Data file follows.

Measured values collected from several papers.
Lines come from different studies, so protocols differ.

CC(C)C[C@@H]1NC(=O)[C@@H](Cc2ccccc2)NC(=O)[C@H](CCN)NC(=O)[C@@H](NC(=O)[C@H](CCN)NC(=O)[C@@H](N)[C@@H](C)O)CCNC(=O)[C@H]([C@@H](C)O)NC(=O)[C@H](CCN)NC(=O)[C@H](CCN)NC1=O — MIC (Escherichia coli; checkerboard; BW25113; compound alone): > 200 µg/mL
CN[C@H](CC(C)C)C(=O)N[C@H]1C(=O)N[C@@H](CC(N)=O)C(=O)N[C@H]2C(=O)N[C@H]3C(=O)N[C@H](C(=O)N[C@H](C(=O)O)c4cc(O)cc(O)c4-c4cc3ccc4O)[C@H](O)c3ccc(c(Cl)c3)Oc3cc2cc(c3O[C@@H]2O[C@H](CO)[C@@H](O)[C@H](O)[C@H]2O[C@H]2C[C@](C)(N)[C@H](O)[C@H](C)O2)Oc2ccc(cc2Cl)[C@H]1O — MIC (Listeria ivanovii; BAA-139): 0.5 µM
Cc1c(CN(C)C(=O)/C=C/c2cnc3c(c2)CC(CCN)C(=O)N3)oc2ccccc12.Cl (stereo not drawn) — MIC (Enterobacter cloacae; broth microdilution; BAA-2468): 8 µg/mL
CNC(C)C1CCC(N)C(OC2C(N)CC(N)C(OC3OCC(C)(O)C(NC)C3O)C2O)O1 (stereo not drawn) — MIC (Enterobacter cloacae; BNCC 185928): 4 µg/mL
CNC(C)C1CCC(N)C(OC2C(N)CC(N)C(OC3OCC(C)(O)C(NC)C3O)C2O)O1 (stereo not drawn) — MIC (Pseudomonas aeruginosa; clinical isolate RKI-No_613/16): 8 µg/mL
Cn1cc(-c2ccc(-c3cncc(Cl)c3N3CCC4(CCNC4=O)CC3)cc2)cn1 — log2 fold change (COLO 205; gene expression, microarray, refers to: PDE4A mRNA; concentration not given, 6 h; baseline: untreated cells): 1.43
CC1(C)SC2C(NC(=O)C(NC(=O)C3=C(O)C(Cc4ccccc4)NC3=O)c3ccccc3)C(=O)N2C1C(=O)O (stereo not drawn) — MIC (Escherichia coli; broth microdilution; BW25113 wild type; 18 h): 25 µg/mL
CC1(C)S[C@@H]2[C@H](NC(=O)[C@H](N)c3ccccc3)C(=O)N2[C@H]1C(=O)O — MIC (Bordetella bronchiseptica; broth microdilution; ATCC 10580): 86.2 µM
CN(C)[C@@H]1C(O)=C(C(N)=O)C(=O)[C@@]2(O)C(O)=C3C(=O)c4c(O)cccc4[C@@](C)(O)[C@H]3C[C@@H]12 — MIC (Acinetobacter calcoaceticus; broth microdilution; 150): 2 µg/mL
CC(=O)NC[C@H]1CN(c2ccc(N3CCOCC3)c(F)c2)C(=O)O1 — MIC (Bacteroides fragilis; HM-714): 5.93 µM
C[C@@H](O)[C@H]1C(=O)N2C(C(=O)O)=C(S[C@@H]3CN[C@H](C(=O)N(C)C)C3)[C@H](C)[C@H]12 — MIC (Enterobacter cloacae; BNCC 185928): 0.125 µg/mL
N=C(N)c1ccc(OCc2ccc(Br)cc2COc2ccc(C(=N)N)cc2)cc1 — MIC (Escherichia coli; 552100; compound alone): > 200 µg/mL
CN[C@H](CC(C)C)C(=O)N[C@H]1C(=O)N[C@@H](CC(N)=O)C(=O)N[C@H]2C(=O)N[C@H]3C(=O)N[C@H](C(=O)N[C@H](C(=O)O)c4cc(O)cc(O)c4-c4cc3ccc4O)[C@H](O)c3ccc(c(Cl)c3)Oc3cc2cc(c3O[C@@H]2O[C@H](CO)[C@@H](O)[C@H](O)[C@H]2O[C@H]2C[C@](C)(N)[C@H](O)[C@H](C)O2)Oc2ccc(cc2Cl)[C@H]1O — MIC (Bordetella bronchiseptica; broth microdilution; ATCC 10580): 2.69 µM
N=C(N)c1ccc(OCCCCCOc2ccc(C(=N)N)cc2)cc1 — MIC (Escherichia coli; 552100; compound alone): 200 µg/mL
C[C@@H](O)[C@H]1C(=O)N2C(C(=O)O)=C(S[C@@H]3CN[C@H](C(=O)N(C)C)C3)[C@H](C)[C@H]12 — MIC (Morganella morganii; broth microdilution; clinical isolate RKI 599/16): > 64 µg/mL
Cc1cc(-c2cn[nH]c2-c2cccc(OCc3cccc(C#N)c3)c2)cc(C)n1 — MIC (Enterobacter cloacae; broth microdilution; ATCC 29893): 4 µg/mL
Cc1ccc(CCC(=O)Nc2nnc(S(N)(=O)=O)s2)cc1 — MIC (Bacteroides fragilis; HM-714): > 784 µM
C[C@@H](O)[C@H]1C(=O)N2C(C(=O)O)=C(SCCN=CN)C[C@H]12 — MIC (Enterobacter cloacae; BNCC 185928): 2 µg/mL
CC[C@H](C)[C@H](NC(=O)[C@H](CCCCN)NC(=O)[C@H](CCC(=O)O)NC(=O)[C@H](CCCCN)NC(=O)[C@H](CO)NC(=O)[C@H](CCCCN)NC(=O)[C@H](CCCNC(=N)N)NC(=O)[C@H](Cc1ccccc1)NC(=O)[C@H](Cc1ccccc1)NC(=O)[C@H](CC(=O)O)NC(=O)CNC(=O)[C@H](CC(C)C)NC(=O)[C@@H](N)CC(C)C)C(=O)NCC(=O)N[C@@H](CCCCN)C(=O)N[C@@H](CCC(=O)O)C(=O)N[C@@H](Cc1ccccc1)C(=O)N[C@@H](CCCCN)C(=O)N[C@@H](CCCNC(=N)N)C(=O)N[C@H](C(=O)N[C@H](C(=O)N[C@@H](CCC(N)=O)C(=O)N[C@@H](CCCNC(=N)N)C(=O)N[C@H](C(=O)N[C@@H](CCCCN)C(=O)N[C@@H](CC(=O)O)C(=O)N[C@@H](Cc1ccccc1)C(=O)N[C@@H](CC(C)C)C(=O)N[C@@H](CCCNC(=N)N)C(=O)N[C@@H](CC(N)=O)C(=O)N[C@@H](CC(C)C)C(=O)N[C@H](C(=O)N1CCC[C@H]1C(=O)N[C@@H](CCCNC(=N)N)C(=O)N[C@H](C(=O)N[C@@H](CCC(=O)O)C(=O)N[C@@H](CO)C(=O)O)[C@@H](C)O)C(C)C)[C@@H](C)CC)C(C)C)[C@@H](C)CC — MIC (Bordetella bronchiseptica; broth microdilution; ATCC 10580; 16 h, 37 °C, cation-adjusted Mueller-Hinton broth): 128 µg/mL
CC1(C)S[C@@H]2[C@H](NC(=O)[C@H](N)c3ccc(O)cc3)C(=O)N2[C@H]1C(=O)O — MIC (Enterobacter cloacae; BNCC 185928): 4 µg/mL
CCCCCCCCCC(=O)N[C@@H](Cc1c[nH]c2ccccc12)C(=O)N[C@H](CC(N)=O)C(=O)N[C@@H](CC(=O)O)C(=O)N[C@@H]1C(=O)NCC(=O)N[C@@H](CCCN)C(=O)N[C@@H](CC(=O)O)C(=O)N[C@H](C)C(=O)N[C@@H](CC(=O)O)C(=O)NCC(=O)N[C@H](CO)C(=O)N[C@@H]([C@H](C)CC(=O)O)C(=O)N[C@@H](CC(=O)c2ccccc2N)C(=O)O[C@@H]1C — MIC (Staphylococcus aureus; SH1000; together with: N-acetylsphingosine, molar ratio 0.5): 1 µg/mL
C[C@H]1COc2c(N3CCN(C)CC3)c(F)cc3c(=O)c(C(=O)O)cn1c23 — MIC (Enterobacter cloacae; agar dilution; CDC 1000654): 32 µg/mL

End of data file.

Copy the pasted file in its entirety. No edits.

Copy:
Measured values collected from several papers.
Lines come from different studies, so protocols differ.

CC(C)C[C@@H]1NC(=O)[C@@H](Cc2ccccc2)NC(=O)[C@H](CCN)NC(=O)[C@@H](NC(=O)[C@H](CCN)NC(=O)[C@@H](N)[C@@H](C)O)CCNC(=O)[C@H]([C@@H](C)O)NC(=O)[C@H](CCN)NC(=O)[C@H](CCN)NC1=O — MIC (Escherichia coli; checkerboard; BW25113; compound alone): > 200 µg/mL
CN[C@H](CC(C)C)C(=O)N[C@H]1C(=O)N[C@@H](CC(N)=O)C(=O)N[C@H]2C(=O)N[C@H]3C(=O)N[C@H](C(=O)N[C@H](C(=O)O)c4cc(O)cc(O)c4-c4cc3ccc4O)[C@H](O)c3ccc(c(Cl)c3)Oc3cc2cc(c3O[C@@H]2O[C@H](CO)[C@@H](O)[C@H](O)[C@H]2O[C@H]2C[C@](C)(N)[C@H](O)[C@H](C)O2)Oc2ccc(cc2Cl)[C@H]1O — MIC (Listeria ivanovii; BAA-139): 0.5 µM
Cc1c(CN(C)C(=O)/C=C/c2cnc3c(c2)CC(CCN)C(=O)N3)oc2ccccc12.Cl (stereo not drawn) — MIC (Enterobacter cloacae; broth microdilution; BAA-2468): 8 µg/mL
CNC(C)C1CCC(N)C(OC2C(N)CC(N)C(OC3OCC(C)(O)C(NC)C3O)C2O)O1 (stereo not drawn) — MIC (Enterobacter cloacae; BNCC 185928): 4 µg/mL
CNC(C)C1CCC(N)C(OC2C(N)CC(N)C(OC3OCC(C)(O)C(NC)C3O)C2O)O1 (stereo not drawn) — MIC (Pseudomonas aeruginosa; clinical isolate RKI-No_613/16): 8 µg/mL
Cn1cc(-c2ccc(-c3cncc(Cl)c3N3CCC4(CCNC4=O)CC3)cc2)cn1 — log2 fold change (COLO 205; gene expression, microarray, refers to: PDE4A mRNA; concentration not given, 6 h; baseline: untreated cells): 1.43
CC1(C)SC2C(NC(=O)C(NC(=O)C3=C(O)C(Cc4ccccc4)NC3=O)c3ccccc3)C(=O)N2C1C(=O)O (stereo not drawn) — MIC (Escherichia coli; broth microdilution; BW25113 wild type; 18 h): 25 µg/mL
CC1(C)S[C@@H]2[C@H](NC(=O)[C@H](N)c3ccccc3)C(=O)N2[C@H]1C(=O)O — MIC (Bordetella bronchiseptica; broth microdilution; ATCC 10580): 86.2 µM
CN(C)[C@@H]1C(O)=C(C(N)=O)C(=O)[C@@]2(O)C(O)=C3C(=O)c4c(O)cccc4[C@@](C)(O)[C@H]3C[C@@H]12 — MIC (Acinetobacter calcoaceticus; broth microdilution; 150): 2 µg/mL
CC(=O)NC[C@H]1CN(c2ccc(N3CCOCC3)c(F)c2)C(=O)O1 — MIC (Bacteroides fragilis; HM-714): 5.93 µM
C[C@@H](O)[C@H]1C(=O)N2C(C(=O)O)=C(S[C@@H]3CN[C@H](C(=O)N(C)C)C3)[C@H](C)[C@H]12 — MIC (Enterobacter cloacae; BNCC 185928): 0.125 µg/mL
N=C(N)c1ccc(OCc2ccc(Br)cc2COc2ccc(C(=N)N)cc2)cc1 — MIC (Escherichia coli; 552100; compound alone): > 200 µg/mL
CN[C@H](CC(C)C)C(=O)N[C@H]1C(=O)N[C@@H](CC(N)=O)C(=O)N[C@H]2C(=O)N[C@H]3C(=O)N[C@H](C(=O)N[C@H](C(=O)O)c4cc(O)cc(O)c4-c4cc3ccc4O)[C@H](O)c3ccc(c(Cl)c3)Oc3cc2cc(c3O[C@@H]2O[C@H](CO)[C@@H](O)[C@H](O)[C@H]2O[C@H]2C[C@](C)(N)[C@H](O)[C@H](C)O2)Oc2ccc(cc2Cl)[C@H]1O — MIC (Bordetella bronchiseptica; broth microdilution; ATCC 10580): 2.69 µM
N=C(N)c1ccc(OCCCCCOc2ccc(C(=N)N)cc2)cc1 — MIC (Escherichia coli; 552100; compound alone): 200 µg/mL
C[C@@H](O)[C@H]1C(=O)N2C(C(=O)O)=C(S[C@@H]3CN[C@H](C(=O)N(C)C)C3)[C@H](C)[C@H]12 — MIC (Morganella morganii; broth microdilution; clinical isolate RKI 599/16): > 64 µg/mL
Cc1cc(-c2cn[nH]c2-c2cccc(OCc3cccc(C#N)c3)c2)cc(C)n1 — MIC (Enterobacter cloacae; broth microdilution; ATCC 29893): 4 µg/mL
Cc1ccc(CCC(=O)Nc2nnc(S(N)(=O)=O)s2)cc1 — MIC (Bacteroides fragilis; HM-714): > 784 µM
C[C@@H](O)[C@H]1C(=O)N2C(C(=O)O)=C(SCCN=CN)C[C@H]12 — MIC (Enterobacter cloacae; BNCC 185928): 2 µg/mL
CC[C@H](C)[C@H](NC(=O)[C@H](CCCCN)NC(=O)[C@H](CCC(=O)O)NC(=O)[C@H](CCCCN)NC(=O)[C@H](CO)NC(=O)[C@H](CCCCN)NC(=O)[C@H](CCCNC(=N)N)NC(=O)[C@H](Cc1ccccc1)NC(=O)[C@H](Cc1ccccc1)NC(=O)[C@H](CC(=O)O)NC(=O)CNC(=O)[C@H](CC(C)C)NC(=O)[C@@H](N)CC(C)C)C(=O)NCC(=O)N[C@@H](CCCCN)C(=O)N[C@@H](CCC(=O)O)C(=O)N[C@@H](Cc1ccccc1)C(=O)N[C@@H](CCCCN)C(=O)N[C@@H](CCCNC(=N)N)C(=O)N[C@H](C(=O)N[C@H](C(=O)N[C@@H](CCC(N)=O)C(=O)N[C@@H](CCCNC(=N)N)C(=O)N[C@H](C(=O)N[C@@H](CCCCN)C(=O)N[C@@H](CC(=O)O)C(=O)N[C@@H](Cc1ccccc1)C(=O)N[C@@H](CC(C)C)C(=O)N[C@@H](CCCNC(=N)N)C(=O)N[C@@H](CC(N)=O)C(=O)N[C@@H](CC(C)C)C(=O)N[C@H](C(=O)N1CCC[C@H]1C(=O)N[C@@H](CCCNC(=N)N)C(=O)N[C@H](C(=O)N[C@@H](CCC(=O)O)C(=O)N[C@@H](CO)C(=O)O)[C@@H](C)O)C(C)C)[C@@H](C)CC)C(C)C)[C@@H](C)CC — MIC (Bordetella bronchiseptica; broth microdilution; ATCC 10580; 16 h, 37 °C, cation-adjusted Mueller-Hinton broth): 128 µg/mL
CC1(C)S[C@@H]2[C@H](NC(=O)[C@H](N)c3ccc(O)cc3)C(=O)N2[C@H]1C(=O)O — MIC (Enterobacter cloacae; BNCC 185928): 4 µg/mL
CCCCCCCCCC(=O)N[C@@H](Cc1c[nH]c2ccccc12)C(=O)N[C@H](CC(N)=O)C(=O)N[C@@H](CC(=O)O)C(=O)N[C@@H]1C(=O)NCC(=O)N[C@@H](CCCN)C(=O)N[C@@H](CC(=O)O)C(=O)N[C@H](C)C(=O)N[C@@H](CC(=O)O)C(=O)NCC(=O)N[C@H](CO)C(=O)N[C@@H]([C@H](C)CC(=O)O)C(=O)N[C@@H](CC(=O)c2ccccc2N)C(=O)O[C@@H]1C — MIC (Staphylococcus aureus; SH1000; together with: N-acetylsphingosine, molar ratio 0.5): 1 µg/mL
C[C@H]1COc2c(N3CCN(C)CC3)c(F)cc3c(=O)c(C(=O)O)cn1c23 — MIC (Enterobacter cloacae; agar dilution; CDC 1000654): 32 µg/mL